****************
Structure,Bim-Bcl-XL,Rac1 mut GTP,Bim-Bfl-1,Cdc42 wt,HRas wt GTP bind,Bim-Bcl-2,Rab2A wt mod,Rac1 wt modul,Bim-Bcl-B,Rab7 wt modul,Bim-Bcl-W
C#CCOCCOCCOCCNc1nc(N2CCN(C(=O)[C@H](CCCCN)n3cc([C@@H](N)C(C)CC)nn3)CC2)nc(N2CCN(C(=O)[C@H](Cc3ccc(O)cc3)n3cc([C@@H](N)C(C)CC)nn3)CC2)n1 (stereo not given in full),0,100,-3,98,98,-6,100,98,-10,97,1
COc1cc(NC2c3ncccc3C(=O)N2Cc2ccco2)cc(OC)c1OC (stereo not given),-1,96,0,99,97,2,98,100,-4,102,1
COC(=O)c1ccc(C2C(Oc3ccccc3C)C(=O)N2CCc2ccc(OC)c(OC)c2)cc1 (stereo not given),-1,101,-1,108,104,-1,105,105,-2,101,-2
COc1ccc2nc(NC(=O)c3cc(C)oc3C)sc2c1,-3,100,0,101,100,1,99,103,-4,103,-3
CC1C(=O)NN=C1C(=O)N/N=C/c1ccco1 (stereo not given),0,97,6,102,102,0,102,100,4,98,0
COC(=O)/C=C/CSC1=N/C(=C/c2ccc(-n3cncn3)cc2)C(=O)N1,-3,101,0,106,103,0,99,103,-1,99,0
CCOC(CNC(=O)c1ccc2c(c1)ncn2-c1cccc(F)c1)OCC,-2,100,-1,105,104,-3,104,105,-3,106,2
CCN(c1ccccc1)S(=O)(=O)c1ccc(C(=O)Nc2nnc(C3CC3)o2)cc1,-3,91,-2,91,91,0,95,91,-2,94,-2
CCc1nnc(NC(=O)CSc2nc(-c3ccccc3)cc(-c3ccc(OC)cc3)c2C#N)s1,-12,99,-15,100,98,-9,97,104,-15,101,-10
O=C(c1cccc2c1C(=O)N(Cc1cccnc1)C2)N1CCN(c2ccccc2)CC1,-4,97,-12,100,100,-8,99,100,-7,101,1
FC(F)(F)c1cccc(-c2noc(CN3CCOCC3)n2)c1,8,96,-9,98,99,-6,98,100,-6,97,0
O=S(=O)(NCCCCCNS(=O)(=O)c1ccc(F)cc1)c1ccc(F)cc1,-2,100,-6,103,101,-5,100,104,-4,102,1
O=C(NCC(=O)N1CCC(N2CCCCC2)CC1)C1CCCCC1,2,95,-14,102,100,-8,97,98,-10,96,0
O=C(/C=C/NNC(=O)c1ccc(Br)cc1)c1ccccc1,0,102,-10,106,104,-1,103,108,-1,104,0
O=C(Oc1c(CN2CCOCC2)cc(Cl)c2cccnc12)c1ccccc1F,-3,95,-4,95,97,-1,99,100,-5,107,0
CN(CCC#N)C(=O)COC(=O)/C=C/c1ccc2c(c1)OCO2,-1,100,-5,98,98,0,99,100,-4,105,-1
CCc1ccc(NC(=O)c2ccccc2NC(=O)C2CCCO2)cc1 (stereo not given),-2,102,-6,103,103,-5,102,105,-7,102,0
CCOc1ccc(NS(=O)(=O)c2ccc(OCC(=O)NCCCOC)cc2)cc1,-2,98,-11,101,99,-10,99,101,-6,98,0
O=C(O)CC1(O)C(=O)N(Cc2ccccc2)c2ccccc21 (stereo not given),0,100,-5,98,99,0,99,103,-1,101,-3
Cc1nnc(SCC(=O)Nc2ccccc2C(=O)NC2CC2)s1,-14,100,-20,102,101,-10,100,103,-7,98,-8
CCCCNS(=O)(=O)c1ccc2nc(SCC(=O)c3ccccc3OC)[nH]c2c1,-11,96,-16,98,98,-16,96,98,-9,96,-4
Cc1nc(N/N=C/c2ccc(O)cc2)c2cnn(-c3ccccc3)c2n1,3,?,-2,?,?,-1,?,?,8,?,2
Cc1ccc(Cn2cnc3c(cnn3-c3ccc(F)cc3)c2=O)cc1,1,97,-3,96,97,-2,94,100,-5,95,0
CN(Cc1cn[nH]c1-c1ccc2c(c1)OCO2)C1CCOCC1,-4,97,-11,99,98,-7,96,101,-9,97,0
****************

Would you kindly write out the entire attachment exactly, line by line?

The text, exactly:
Structure,Bim-Bcl-XL,Rac1 mut GTP,Bim-Bfl-1,Cdc42 wt,HRas wt GTP bind,Bim-Bcl-2,Rab2A wt mod,Rac1 wt modul,Bim-Bcl-B,Rab7 wt modul,Bim-Bcl-W
C#CCOCCOCCOCCNc1nc(N2CCN(C(=O)[C@H](CCCCN)n3cc([C@@H](N)C(C)CC)nn3)CC2)nc(N2CCN(C(=O)[C@H](Cc3ccc(O)cc3)n3cc([C@@H](N)C(C)CC)nn3)CC2)n1 (stereo not given in full),0,100,-3,98,98,-6,100,98,-10,97,1
COc1cc(NC2c3ncccc3C(=O)N2Cc2ccco2)cc(OC)c1OC (stereo not given),-1,96,0,99,97,2,98,100,-4,102,1
COC(=O)c1ccc(C2C(Oc3ccccc3C)C(=O)N2CCc2ccc(OC)c(OC)c2)cc1 (stereo not given),-1,101,-1,108,104,-1,105,105,-2,101,-2
COc1ccc2nc(NC(=O)c3cc(C)oc3C)sc2c1,-3,100,0,101,100,1,99,103,-4,103,-3
CC1C(=O)NN=C1C(=O)N/N=C/c1ccco1 (stereo not given),0,97,6,102,102,0,102,100,4,98,0
COC(=O)/C=C/CSC1=N/C(=C/c2ccc(-n3cncn3)cc2)C(=O)N1,-3,101,0,106,103,0,99,103,-1,99,0
CCOC(CNC(=O)c1ccc2c(c1)ncn2-c1cccc(F)c1)OCC,-2,100,-1,105,104,-3,104,105,-3,106,2
CCN(c1ccccc1)S(=O)(=O)c1ccc(C(=O)Nc2nnc(C3CC3)o2)cc1,-3,91,-2,91,91,0,95,91,-2,94,-2
CCc1nnc(NC(=O)CSc2nc(-c3ccccc3)cc(-c3ccc(OC)cc3)c2C#N)s1,-12,99,-15,100,98,-9,97,104,-15,101,-10
O=C(c1cccc2c1C(=O)N(Cc1cccnc1)C2)N1CCN(c2ccccc2)CC1,-4,97,-12,100,100,-8,99,100,-7,101,1
FC(F)(F)c1cccc(-c2noc(CN3CCOCC3)n2)c1,8,96,-9,98,99,-6,98,100,-6,97,0
O=S(=O)(NCCCCCNS(=O)(=O)c1ccc(F)cc1)c1ccc(F)cc1,-2,100,-6,103,101,-5,100,104,-4,102,1
O=C(NCC(=O)N1CCC(N2CCCCC2)CC1)C1CCCCC1,2,95,-14,102,100,-8,97,98,-10,96,0
O=C(/C=C/NNC(=O)c1ccc(Br)cc1)c1ccccc1,0,102,-10,106,104,-1,103,108,-1,104,0
O=C(Oc1c(CN2CCOCC2)cc(Cl)c2cccnc12)c1ccccc1F,-3,95,-4,95,97,-1,99,100,-5,107,0
CN(CCC#N)C(=O)COC(=O)/C=C/c1ccc2c(c1)OCO2,-1,100,-5,98,98,0,99,100,-4,105,-1
CCc1ccc(NC(=O)c2ccccc2NC(=O)C2CCCO2)cc1 (stereo not given),-2,102,-6,103,103,-5,102,105,-7,102,0
CCOc1ccc(NS(=O)(=O)c2ccc(OCC(=O)NCCCOC)cc2)cc1,-2,98,-11,101,99,-10,99,101,-6,98,0
O=C(O)CC1(O)C(=O)N(Cc2ccccc2)c2ccccc21 (stereo not given),0,100,-5,98,99,0,99,103,-1,101,-3
Cc1nnc(SCC(=O)Nc2ccccc2C(=O)NC2CC2)s1,-14,100,-20,102,101,-10,100,103,-7,98,-8
CCCCNS(=O)(=O)c1ccc2nc(SCC(=O)c3ccccc3OC)[nH]c2c1,-11,96,-16,98,98,-16,96,98,-9,96,-4
Cc1nc(N/N=C/c2ccc(O)cc2)c2cnn(-c3ccccc3)c2n1,3,?,-2,?,?,-1,?,?,8,?,2
Cc1ccc(Cn2cnc3c(cnn3-c3ccc(F)cc3)c2=O)cc1,1,97,-3,96,97,-2,94,100,-5,95,0
CN(Cc1cn[nH]c1-c1ccc2c(c1)OCO2)C1CCOCC1,-4,97,-11,99,98,-7,96,101,-9,97,0